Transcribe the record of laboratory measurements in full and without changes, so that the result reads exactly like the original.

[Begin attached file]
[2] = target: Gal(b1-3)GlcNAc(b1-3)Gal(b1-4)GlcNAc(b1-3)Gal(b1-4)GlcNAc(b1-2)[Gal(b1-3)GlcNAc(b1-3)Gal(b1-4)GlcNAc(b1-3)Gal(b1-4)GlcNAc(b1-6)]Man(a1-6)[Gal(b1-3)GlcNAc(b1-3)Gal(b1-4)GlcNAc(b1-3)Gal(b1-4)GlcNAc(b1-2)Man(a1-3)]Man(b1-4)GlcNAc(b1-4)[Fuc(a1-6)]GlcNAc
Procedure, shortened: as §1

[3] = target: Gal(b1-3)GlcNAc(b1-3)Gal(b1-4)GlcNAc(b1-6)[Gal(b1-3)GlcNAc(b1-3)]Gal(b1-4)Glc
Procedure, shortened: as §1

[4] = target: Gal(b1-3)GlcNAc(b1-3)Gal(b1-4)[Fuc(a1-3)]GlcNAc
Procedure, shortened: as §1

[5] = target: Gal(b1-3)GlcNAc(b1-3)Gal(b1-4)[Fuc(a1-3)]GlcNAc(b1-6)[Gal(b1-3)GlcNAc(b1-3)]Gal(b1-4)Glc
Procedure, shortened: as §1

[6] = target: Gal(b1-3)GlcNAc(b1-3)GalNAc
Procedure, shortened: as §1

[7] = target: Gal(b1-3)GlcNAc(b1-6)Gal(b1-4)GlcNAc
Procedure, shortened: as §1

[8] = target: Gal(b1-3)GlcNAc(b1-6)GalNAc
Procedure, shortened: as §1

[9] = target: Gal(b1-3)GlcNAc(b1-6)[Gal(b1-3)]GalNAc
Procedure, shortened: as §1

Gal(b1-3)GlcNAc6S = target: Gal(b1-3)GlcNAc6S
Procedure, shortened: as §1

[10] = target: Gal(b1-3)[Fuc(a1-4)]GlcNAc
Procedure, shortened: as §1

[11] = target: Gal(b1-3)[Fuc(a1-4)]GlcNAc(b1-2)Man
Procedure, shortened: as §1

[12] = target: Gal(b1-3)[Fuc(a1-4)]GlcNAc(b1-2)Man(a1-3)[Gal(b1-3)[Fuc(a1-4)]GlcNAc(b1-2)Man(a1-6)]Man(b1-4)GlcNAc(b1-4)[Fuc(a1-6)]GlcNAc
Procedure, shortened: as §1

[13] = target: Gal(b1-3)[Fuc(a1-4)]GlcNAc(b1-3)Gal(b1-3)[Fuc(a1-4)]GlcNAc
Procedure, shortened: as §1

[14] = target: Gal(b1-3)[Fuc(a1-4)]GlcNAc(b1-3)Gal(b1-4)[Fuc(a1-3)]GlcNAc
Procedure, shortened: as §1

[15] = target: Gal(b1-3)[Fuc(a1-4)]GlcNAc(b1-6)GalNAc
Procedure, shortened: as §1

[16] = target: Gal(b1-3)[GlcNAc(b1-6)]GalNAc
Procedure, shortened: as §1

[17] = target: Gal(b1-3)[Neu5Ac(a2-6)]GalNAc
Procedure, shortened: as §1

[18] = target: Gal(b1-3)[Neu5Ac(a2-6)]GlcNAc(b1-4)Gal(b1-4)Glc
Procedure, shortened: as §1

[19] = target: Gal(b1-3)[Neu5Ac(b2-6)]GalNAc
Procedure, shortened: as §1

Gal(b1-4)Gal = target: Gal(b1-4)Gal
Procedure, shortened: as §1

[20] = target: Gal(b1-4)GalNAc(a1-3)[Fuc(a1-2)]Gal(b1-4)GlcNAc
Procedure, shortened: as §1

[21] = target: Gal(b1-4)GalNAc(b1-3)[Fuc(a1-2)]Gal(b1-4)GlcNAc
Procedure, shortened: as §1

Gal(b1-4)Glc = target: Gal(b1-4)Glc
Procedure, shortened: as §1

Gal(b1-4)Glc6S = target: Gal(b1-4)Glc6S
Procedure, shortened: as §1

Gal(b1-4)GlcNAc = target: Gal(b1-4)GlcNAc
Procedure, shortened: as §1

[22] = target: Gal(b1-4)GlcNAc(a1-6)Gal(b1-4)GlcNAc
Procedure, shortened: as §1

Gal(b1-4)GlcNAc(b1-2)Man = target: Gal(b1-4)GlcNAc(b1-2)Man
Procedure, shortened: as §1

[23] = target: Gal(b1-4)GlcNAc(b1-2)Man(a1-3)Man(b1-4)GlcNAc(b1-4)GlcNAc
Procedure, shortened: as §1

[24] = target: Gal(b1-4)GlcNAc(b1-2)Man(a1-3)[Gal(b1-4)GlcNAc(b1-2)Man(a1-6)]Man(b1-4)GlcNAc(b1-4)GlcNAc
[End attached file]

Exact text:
[2] = target: Gal(b1-3)GlcNAc(b1-3)Gal(b1-4)GlcNAc(b1-3)Gal(b1-4)GlcNAc(b1-2)[Gal(b1-3)GlcNAc(b1-3)Gal(b1-4)GlcNAc(b1-3)Gal(b1-4)GlcNAc(b1-6)]Man(a1-6)[Gal(b1-3)GlcNAc(b1-3)Gal(b1-4)GlcNAc(b1-3)Gal(b1-4)GlcNAc(b1-2)Man(a1-3)]Man(b1-4)GlcNAc(b1-4)[Fuc(a1-6)]GlcNAc
Procedure, shortened: as §1

[3] = target: Gal(b1-3)GlcNAc(b1-3)Gal(b1-4)GlcNAc(b1-6)[Gal(b1-3)GlcNAc(b1-3)]Gal(b1-4)Glc
Procedure, shortened: as §1

[4] = target: Gal(b1-3)GlcNAc(b1-3)Gal(b1-4)[Fuc(a1-3)]GlcNAc
Procedure, shortened: as §1

[5] = target: Gal(b1-3)GlcNAc(b1-3)Gal(b1-4)[Fuc(a1-3)]GlcNAc(b1-6)[Gal(b1-3)GlcNAc(b1-3)]Gal(b1-4)Glc
Procedure, shortened: as §1

[6] = target: Gal(b1-3)GlcNAc(b1-3)GalNAc
Procedure, shortened: as §1

[7] = target: Gal(b1-3)GlcNAc(b1-6)Gal(b1-4)GlcNAc
Procedure, shortened: as §1

[8] = target: Gal(b1-3)GlcNAc(b1-6)GalNAc
Procedure, shortened: as §1

[9] = target: Gal(b1-3)GlcNAc(b1-6)[Gal(b1-3)]GalNAc
Procedure, shortened: as §1

Gal(b1-3)GlcNAc6S = target: Gal(b1-3)GlcNAc6S
Procedure, shortened: as §1

[10] = target: Gal(b1-3)[Fuc(a1-4)]GlcNAc
Procedure, shortened: as §1

[11] = target: Gal(b1-3)[Fuc(a1-4)]GlcNAc(b1-2)Man
Procedure, shortened: as §1

[12] = target: Gal(b1-3)[Fuc(a1-4)]GlcNAc(b1-2)Man(a1-3)[Gal(b1-3)[Fuc(a1-4)]GlcNAc(b1-2)Man(a1-6)]Man(b1-4)GlcNAc(b1-4)[Fuc(a1-6)]GlcNAc
Procedure, shortened: as §1

[13] = target: Gal(b1-3)[Fuc(a1-4)]GlcNAc(b1-3)Gal(b1-3)[Fuc(a1-4)]GlcNAc
Procedure, shortened: as §1

[14] = target: Gal(b1-3)[Fuc(a1-4)]GlcNAc(b1-3)Gal(b1-4)[Fuc(a1-3)]GlcNAc
Procedure, shortened: as §1

[15] = target: Gal(b1-3)[Fuc(a1-4)]GlcNAc(b1-6)GalNAc
Procedure, shortened: as §1

[16] = target: Gal(b1-3)[GlcNAc(b1-6)]GalNAc
Procedure, shortened: as §1

[17] = target: Gal(b1-3)[Neu5Ac(a2-6)]GalNAc
Procedure, shortened: as §1

[18] = target: Gal(b1-3)[Neu5Ac(a2-6)]GlcNAc(b1-4)Gal(b1-4)Glc
Procedure, shortened: as §1

[19] = target: Gal(b1-3)[Neu5Ac(b2-6)]GalNAc
Procedure, shortened: as §1

Gal(b1-4)Gal = target: Gal(b1-4)Gal
Procedure, shortened: as §1

[20] = target: Gal(b1-4)GalNAc(a1-3)[Fuc(a1-2)]Gal(b1-4)GlcNAc
Procedure, shortened: as §1

[21] = target: Gal(b1-4)GalNAc(b1-3)[Fuc(a1-2)]Gal(b1-4)GlcNAc
Procedure, shortened: as §1

Gal(b1-4)Glc = target: Gal(b1-4)Glc
Procedure, shortened: as §1

Gal(b1-4)Glc6S = target: Gal(b1-4)Glc6S
Procedure, shortened: as §1

Gal(b1-4)GlcNAc = target: Gal(b1-4)GlcNAc
Procedure, shortened: as §1

[22] = target: Gal(b1-4)GlcNAc(a1-6)Gal(b1-4)GlcNAc
Procedure, shortened: as §1

Gal(b1-4)GlcNAc(b1-2)Man = target: Gal(b1-4)GlcNAc(b1-2)Man
Procedure, shortened: as §1

[23] = target: Gal(b1-4)GlcNAc(b1-2)Man(a1-3)Man(b1-4)GlcNAc(b1-4)GlcNAc
Procedure, shortened: as §1

[24] = target: Gal(b1-4)GlcNAc(b1-2)Man(a1-3)[Gal(b1-4)GlcNAc(b1-2)Man(a1-6)]Man(b1-4)GlcNAc(b1-4)GlcNAc